NEW YORK — Alan B. Larkin, a pioneer of apparel trade shows, died Sunday morning at Boca Raton Community Hospital of heart failure. He was 80.

Reached Wednesday in Boca Raton, David Larkin, his eldest son, said, "My dad had just finished eating lunch with a friend at a bar. When the check arrived, both tried to reach into their pockets to see who could pay the bill the fastest. My father fell off the stool, broke some bones, developed pneumonia and later died of complications."

Larkin was one of the trade show and exposition industry’s founders and innovators, a well as a philanthropist and a longtime contributor and senior vice president of B‘Nai Brith International, where he was particularly interested in Hillel, its affiliated youth organization.

His dedication to business as well as community service was nurtured as a child in Maine by his late father and mother, Joseph and Bessie Larkin. Larkin would drive his father, an apparel salesman who became blind, throughout New England to sell merchandise.

After co-founding Larkin Publications with his brother, Harold, in Boston in 1945, he published trade magazines related to a once-thriving New England fashion industry. It was after the Woodstock Festival in August 1969, when political, cultural and fashion influences began to reflect a new breed of free-spirited consumers, that the late Larkin "sensed an opportunity to start a trade show for the Woodstock generation’s emerging fashion sensibility," said David Larkin.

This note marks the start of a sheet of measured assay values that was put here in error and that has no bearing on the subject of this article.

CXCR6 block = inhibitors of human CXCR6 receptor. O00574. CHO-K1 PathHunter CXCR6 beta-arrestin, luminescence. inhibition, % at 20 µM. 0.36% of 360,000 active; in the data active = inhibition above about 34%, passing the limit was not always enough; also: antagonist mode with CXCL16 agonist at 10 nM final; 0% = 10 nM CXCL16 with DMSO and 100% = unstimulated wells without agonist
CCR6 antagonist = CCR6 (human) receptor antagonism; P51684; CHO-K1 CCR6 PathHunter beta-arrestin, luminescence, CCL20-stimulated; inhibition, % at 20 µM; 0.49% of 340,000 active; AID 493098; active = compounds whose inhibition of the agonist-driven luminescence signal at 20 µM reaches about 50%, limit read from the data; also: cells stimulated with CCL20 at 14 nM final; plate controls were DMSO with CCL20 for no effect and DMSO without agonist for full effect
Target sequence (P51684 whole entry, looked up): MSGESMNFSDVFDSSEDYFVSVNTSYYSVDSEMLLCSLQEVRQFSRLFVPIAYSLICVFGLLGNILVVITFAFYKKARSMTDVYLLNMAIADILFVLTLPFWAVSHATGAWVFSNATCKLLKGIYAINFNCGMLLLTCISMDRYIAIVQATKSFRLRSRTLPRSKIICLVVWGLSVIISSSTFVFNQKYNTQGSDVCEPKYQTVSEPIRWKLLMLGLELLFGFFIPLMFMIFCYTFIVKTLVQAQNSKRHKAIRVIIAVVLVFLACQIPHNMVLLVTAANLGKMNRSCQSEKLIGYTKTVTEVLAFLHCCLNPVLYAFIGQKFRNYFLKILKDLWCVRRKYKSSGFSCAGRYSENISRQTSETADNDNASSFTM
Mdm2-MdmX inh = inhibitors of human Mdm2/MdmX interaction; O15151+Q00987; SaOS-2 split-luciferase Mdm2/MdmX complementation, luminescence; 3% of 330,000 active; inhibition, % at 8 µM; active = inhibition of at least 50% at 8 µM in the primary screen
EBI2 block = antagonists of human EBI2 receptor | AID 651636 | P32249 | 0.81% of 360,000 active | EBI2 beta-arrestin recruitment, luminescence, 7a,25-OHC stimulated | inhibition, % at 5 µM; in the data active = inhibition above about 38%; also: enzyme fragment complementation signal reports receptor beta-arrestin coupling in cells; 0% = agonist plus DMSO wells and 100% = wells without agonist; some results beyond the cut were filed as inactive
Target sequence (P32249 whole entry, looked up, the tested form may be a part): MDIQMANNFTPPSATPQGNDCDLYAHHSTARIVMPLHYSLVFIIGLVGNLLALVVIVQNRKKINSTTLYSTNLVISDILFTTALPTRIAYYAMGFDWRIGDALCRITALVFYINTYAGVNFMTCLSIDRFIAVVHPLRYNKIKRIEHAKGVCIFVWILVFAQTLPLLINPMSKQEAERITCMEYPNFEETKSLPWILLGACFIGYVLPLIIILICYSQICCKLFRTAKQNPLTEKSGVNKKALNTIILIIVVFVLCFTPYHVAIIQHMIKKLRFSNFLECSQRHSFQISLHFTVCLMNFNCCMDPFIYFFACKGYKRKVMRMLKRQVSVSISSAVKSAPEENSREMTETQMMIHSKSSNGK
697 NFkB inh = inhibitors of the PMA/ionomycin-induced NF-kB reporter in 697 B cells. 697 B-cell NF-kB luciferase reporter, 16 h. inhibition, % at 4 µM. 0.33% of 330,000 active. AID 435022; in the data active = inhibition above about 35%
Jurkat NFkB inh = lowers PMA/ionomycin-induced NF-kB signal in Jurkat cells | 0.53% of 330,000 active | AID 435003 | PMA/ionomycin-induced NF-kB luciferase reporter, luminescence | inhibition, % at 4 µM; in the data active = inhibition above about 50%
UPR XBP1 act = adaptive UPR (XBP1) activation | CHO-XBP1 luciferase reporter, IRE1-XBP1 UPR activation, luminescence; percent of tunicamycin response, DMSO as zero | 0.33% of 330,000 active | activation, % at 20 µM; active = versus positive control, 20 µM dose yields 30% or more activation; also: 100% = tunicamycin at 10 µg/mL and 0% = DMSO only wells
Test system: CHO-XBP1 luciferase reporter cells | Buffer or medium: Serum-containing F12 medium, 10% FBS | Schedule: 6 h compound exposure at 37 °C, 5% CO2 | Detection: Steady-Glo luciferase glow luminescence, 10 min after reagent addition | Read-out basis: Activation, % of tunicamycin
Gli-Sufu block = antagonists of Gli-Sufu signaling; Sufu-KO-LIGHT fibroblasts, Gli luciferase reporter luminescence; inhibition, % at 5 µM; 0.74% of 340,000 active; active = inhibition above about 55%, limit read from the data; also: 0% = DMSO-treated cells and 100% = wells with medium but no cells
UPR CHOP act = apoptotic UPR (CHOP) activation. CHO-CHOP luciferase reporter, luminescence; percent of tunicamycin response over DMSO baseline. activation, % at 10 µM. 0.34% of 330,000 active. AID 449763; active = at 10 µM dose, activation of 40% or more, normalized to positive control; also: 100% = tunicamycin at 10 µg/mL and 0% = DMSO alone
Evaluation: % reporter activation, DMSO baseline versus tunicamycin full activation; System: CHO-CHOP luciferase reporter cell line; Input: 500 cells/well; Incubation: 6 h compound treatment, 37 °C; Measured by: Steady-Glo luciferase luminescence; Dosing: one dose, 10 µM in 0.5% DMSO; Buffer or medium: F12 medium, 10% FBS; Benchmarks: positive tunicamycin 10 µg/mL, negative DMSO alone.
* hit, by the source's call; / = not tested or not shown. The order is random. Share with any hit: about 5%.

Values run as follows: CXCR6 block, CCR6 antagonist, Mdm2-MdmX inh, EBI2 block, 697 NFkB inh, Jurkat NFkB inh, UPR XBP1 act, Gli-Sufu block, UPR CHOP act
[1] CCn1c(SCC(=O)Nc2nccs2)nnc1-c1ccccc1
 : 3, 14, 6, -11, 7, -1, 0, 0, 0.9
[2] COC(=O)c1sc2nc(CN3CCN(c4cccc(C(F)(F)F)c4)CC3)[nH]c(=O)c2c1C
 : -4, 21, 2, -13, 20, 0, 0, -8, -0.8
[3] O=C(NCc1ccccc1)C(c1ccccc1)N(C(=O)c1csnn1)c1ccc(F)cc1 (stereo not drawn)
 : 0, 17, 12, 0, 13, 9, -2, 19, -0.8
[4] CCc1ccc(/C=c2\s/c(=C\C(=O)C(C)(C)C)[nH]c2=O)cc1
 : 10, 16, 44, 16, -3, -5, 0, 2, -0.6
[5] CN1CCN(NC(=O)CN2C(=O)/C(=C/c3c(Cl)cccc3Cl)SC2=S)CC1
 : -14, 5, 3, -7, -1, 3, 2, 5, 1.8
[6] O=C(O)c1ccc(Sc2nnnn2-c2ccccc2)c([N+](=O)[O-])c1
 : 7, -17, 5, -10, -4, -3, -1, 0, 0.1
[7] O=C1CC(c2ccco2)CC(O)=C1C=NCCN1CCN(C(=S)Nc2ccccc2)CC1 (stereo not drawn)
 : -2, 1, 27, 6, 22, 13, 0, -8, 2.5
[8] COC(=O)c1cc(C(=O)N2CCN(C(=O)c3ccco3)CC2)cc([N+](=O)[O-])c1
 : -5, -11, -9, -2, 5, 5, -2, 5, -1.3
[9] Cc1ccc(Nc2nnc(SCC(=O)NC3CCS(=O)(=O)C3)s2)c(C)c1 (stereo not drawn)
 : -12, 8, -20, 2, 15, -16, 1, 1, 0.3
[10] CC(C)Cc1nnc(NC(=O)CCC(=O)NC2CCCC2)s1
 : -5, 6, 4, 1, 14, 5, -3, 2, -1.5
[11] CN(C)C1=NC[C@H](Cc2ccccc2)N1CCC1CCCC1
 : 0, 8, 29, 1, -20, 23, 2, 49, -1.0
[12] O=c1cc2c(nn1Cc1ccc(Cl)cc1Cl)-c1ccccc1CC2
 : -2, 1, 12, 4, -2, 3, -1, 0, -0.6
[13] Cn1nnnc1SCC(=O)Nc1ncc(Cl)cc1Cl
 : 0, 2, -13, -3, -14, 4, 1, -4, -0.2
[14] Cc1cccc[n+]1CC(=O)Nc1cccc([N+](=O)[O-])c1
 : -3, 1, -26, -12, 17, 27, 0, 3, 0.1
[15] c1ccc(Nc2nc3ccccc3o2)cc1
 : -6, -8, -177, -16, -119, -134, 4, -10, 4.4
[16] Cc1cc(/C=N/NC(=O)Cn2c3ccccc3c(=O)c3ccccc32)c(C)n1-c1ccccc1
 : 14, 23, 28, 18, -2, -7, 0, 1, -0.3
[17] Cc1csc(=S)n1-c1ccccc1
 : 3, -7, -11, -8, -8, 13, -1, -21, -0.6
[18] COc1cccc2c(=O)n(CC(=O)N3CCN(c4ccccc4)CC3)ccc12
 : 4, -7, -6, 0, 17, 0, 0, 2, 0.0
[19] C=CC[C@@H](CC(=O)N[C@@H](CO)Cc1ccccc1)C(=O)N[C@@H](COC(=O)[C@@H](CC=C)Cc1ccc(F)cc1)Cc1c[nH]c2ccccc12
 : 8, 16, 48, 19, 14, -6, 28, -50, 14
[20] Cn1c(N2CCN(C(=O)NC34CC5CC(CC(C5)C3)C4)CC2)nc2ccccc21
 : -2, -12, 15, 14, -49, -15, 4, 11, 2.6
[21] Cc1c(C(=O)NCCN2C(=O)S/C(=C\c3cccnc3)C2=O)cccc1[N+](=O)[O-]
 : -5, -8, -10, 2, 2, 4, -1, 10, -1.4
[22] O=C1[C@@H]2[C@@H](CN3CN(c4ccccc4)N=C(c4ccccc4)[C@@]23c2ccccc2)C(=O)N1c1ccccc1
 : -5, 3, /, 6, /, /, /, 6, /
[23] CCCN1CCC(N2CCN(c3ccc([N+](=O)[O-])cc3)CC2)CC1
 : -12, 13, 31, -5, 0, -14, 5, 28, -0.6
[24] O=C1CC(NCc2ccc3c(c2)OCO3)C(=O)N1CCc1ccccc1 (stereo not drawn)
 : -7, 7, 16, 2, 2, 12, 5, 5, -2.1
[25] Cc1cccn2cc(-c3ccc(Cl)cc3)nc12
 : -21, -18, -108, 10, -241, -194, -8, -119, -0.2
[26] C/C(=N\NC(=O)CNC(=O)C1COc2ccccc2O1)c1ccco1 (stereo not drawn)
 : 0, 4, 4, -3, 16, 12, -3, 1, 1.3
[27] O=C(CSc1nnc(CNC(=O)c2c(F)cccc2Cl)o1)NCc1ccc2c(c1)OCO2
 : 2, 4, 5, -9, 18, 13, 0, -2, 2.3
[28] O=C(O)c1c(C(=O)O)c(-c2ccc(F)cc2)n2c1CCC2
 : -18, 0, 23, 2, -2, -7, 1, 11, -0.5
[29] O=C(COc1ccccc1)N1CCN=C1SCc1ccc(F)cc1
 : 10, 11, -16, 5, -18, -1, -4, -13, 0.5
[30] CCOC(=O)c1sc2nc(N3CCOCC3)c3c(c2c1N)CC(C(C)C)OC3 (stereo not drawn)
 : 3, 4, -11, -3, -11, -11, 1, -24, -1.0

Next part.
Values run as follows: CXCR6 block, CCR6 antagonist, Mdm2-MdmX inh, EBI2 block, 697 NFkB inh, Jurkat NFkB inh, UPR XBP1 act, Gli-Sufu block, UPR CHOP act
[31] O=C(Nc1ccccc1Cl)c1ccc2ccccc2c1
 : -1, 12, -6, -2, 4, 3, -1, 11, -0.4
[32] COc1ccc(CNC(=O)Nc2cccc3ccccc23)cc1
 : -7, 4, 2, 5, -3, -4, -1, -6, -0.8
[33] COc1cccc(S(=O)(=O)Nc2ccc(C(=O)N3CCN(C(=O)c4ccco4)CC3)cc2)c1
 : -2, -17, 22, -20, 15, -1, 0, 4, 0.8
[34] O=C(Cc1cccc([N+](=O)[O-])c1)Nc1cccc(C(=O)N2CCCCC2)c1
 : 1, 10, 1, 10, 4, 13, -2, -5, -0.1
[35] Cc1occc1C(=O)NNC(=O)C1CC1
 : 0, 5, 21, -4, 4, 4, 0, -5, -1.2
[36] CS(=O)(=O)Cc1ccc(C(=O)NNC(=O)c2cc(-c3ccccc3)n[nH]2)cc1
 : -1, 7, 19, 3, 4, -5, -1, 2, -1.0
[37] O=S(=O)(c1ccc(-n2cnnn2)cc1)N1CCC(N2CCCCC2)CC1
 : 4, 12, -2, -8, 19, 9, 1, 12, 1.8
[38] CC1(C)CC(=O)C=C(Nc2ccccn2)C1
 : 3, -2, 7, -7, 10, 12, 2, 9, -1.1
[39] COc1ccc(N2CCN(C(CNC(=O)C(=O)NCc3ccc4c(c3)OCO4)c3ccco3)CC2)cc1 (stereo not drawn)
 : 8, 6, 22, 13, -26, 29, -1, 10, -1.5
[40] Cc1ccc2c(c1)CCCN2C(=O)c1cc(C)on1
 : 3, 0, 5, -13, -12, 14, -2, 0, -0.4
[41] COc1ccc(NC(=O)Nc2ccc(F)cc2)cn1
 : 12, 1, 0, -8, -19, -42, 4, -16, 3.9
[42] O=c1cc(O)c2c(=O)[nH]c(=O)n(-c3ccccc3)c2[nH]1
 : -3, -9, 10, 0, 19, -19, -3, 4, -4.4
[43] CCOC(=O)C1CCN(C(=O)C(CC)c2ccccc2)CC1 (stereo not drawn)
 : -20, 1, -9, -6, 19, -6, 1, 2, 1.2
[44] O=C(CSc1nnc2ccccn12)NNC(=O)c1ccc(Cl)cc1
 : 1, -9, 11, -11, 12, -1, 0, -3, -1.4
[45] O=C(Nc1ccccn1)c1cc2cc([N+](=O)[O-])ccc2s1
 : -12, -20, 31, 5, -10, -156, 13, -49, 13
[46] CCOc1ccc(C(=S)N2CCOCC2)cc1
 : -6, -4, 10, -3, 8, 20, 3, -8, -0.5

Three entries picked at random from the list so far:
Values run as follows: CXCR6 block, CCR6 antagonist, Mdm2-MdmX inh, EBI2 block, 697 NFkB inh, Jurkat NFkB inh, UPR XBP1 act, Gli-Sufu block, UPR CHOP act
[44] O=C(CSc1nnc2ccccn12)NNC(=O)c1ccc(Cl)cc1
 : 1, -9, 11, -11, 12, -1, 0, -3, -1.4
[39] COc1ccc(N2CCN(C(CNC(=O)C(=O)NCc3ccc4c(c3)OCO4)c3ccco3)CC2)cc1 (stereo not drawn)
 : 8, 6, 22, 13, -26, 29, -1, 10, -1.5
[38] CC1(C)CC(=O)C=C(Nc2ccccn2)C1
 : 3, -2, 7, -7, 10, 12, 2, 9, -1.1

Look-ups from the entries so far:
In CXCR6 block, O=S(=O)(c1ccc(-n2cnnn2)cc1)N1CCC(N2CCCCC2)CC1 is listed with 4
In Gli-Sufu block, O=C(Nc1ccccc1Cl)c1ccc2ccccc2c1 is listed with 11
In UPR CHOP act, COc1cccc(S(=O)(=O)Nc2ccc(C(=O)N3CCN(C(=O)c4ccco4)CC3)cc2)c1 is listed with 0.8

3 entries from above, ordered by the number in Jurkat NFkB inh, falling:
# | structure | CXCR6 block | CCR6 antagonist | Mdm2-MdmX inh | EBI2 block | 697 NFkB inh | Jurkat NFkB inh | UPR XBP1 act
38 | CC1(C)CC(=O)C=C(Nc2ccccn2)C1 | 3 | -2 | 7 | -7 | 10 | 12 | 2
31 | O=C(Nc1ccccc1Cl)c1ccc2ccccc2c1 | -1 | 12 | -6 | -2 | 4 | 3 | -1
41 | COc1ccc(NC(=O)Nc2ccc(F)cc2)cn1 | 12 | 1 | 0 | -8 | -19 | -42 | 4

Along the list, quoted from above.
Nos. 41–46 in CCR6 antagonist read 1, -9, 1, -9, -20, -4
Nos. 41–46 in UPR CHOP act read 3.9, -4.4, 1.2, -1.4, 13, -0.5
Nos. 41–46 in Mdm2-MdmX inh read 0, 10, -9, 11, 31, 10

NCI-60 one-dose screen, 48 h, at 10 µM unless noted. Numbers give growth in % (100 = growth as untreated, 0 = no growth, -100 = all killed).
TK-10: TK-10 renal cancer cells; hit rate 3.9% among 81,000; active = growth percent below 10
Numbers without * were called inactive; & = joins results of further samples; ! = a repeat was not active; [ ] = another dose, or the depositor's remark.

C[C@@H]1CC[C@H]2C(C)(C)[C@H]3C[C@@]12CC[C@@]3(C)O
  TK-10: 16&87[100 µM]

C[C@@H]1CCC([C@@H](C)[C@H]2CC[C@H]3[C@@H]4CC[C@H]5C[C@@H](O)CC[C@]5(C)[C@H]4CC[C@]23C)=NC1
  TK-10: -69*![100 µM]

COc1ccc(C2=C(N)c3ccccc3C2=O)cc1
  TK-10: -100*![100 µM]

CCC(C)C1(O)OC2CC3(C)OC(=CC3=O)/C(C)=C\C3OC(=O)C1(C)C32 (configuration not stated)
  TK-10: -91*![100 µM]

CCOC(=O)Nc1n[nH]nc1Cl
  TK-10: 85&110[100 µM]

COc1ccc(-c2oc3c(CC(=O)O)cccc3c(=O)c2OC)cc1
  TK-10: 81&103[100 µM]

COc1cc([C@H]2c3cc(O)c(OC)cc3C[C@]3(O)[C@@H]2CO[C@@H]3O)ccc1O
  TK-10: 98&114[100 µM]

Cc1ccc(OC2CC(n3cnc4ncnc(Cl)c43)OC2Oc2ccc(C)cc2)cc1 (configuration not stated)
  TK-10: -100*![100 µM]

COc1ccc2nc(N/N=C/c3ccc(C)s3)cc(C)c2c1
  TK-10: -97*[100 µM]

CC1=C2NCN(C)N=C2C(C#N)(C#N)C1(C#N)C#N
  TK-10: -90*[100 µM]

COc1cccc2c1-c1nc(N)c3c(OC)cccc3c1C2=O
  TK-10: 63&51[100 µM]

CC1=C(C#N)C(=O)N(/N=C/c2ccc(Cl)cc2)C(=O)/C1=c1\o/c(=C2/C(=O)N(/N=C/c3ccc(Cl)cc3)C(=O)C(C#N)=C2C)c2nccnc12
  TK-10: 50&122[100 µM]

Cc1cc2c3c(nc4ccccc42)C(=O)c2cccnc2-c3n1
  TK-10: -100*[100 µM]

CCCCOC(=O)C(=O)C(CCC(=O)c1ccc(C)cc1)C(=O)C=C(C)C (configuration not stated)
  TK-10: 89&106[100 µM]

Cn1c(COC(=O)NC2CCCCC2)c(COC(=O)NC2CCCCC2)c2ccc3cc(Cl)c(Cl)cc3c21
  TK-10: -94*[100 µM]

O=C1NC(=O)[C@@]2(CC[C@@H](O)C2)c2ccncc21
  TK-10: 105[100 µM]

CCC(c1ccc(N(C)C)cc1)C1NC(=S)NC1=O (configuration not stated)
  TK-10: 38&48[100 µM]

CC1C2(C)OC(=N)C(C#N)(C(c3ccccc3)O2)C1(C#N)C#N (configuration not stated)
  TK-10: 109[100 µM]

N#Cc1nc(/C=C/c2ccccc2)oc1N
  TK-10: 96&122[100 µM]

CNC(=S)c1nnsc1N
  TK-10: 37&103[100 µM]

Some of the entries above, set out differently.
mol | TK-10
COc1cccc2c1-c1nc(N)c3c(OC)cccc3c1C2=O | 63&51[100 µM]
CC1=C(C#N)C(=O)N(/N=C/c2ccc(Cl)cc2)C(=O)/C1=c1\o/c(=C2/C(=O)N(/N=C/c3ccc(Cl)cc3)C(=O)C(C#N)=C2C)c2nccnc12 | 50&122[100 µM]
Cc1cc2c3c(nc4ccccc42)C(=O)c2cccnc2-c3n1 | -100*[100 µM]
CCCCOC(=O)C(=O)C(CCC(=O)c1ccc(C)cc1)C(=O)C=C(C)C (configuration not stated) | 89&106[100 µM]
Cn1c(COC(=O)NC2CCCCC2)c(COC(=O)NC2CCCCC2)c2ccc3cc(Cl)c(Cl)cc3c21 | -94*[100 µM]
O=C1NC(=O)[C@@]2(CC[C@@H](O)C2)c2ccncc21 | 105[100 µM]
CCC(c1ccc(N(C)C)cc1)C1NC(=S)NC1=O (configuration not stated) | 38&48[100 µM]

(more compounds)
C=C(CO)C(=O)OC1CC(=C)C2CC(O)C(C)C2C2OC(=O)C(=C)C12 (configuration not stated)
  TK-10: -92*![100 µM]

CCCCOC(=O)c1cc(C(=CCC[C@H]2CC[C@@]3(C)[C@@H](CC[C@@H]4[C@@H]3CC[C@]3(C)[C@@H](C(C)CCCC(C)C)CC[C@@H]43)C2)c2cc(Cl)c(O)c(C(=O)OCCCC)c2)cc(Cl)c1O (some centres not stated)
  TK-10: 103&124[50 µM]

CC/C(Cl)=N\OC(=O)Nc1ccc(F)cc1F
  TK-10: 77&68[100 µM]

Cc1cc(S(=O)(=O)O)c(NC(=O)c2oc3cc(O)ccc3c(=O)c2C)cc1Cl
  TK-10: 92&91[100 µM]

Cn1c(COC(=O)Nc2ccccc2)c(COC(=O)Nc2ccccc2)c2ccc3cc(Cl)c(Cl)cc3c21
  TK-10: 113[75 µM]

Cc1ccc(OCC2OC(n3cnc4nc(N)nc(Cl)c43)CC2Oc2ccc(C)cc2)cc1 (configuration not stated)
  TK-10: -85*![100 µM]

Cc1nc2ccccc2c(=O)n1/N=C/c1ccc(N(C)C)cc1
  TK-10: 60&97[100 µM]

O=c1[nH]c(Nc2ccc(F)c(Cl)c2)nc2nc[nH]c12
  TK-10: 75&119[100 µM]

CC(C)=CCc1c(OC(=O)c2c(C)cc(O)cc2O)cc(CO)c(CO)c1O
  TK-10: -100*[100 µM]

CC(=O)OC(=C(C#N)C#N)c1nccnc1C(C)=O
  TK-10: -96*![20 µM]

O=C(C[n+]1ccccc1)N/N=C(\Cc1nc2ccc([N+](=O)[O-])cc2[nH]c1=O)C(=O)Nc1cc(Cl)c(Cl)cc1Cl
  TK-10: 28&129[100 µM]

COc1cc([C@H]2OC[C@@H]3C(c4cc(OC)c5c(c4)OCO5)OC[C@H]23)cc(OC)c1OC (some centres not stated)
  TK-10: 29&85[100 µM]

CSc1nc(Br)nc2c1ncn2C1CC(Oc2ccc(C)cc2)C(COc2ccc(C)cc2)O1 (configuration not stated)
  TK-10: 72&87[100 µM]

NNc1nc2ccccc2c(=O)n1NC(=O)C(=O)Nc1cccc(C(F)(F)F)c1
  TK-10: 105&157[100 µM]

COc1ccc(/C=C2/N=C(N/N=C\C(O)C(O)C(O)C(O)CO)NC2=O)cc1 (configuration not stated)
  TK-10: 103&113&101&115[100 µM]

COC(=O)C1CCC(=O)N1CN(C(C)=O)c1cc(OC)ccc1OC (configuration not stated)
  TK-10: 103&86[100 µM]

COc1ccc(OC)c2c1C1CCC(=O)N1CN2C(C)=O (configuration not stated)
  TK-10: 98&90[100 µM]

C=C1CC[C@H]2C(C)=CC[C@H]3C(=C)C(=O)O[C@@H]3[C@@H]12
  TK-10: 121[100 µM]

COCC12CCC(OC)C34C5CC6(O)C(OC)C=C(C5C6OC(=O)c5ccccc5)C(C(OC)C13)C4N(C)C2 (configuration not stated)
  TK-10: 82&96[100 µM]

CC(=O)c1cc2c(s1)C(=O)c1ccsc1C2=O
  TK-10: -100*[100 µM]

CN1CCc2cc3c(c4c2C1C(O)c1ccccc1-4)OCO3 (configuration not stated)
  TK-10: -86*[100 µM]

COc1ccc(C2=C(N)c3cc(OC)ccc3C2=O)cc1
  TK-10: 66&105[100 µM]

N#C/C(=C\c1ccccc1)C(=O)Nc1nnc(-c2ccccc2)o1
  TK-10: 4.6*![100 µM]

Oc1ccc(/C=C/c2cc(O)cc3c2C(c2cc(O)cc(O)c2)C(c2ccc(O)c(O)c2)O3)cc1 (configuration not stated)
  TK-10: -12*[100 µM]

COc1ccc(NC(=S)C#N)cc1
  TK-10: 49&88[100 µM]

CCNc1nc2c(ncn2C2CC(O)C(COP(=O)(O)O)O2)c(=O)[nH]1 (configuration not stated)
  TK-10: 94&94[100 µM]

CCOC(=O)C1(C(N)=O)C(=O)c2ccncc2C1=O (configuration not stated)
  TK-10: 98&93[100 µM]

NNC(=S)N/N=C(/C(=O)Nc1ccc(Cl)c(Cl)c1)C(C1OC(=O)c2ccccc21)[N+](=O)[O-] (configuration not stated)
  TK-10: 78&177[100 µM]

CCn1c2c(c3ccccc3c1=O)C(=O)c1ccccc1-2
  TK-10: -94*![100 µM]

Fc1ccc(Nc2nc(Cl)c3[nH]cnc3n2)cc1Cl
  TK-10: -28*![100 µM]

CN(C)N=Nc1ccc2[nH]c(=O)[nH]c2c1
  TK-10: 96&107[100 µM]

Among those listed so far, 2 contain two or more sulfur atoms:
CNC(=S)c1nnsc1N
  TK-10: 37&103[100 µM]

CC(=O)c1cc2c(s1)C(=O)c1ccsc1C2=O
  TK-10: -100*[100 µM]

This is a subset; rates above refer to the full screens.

"The first National Fashion & Boutique show in September 1969 catered to this sensibility and it became the first mass-market trade show for fashion," he said.

Larkin Publications was later renamed The Larkin Group and continued as one of the leading fashion trade shows in the U.S., focusing on women’s fashion apparel and accessories and children’s fashion apparel and textiles. In addition to the International Fashion & Boutique show, other fairs produced by the Larkin family included the International Kid’s Fashion Show, the International Fashion Fabric Exhibition and Style Works. The company also published trade publications on fashion and, later, musical instruments.

In 1999, The Larkin Group was sold to Boston-based Advanstar Publications."My dad grew up during the Depression and he was thankful everyday of his life for his family and success," David Larkin said. "In 1996 when there was the big snow storm, a lot of visitors had spent a lot of money with us. My dad said, ‘You have to do the best thing, the right thing,’ and we sent them back their money immediately."

In addition to his son, Larkin is survived by his wife, Charna; a brother, Harold, and two sons, Jonathan and A.J.

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